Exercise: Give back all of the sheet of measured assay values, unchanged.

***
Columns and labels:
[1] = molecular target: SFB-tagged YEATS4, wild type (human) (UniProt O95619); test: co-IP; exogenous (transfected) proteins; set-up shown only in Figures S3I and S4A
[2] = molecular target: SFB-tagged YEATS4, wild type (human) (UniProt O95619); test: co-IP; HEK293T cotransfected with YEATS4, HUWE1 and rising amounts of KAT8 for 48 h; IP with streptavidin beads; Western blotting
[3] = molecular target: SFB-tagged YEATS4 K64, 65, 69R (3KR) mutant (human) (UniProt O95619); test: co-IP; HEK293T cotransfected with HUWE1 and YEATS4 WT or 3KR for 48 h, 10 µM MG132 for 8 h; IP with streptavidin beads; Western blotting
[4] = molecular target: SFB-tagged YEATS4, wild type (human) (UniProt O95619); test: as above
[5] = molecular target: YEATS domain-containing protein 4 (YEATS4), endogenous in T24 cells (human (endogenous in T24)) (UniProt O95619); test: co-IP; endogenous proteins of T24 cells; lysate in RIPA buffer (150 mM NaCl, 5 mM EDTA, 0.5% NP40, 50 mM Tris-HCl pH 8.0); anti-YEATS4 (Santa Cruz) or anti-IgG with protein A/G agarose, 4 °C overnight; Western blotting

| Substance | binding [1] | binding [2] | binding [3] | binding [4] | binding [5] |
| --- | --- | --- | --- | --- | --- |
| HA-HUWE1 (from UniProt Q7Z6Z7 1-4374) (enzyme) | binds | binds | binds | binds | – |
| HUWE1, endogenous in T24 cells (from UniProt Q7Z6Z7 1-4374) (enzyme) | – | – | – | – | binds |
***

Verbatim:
Columns and labels:
[1] = molecular target: SFB-tagged YEATS4, wild type (human) (UniProt O95619); test: co-IP; exogenous (transfected) proteins; set-up shown only in Figures S3I and S4A
[2] = molecular target: SFB-tagged YEATS4, wild type (human) (UniProt O95619); test: co-IP; HEK293T cotransfected with YEATS4, HUWE1 and rising amounts of KAT8 for 48 h; IP with streptavidin beads; Western blotting
[3] = molecular target: SFB-tagged YEATS4 K64, 65, 69R (3KR) mutant (human) (UniProt O95619); test: co-IP; HEK293T cotransfected with HUWE1 and YEATS4 WT or 3KR for 48 h, 10 µM MG132 for 8 h; IP with streptavidin beads; Western blotting
[4] = molecular target: SFB-tagged YEATS4, wild type (human) (UniProt O95619); test: as above
[5] = molecular target: YEATS domain-containing protein 4 (YEATS4), endogenous in T24 cells (human (endogenous in T24)) (UniProt O95619); test: co-IP; endogenous proteins of T24 cells; lysate in RIPA buffer (150 mM NaCl, 5 mM EDTA, 0.5% NP40, 50 mM Tris-HCl pH 8.0); anti-YEATS4 (Santa Cruz) or anti-IgG with protein A/G agarose, 4 °C overnight; Western blotting

| Substance | binding [1] | binding [2] | binding [3] | binding [4] | binding [5] |
| --- | --- | --- | --- | --- | --- |
| HA-HUWE1 (from UniProt Q7Z6Z7 1-4374) (enzyme) | binds | binds | binds | binds | – |
| HUWE1, endogenous in T24 cells (from UniProt Q7Z6Z7 1-4374) (enzyme) | – | – | – | – | binds |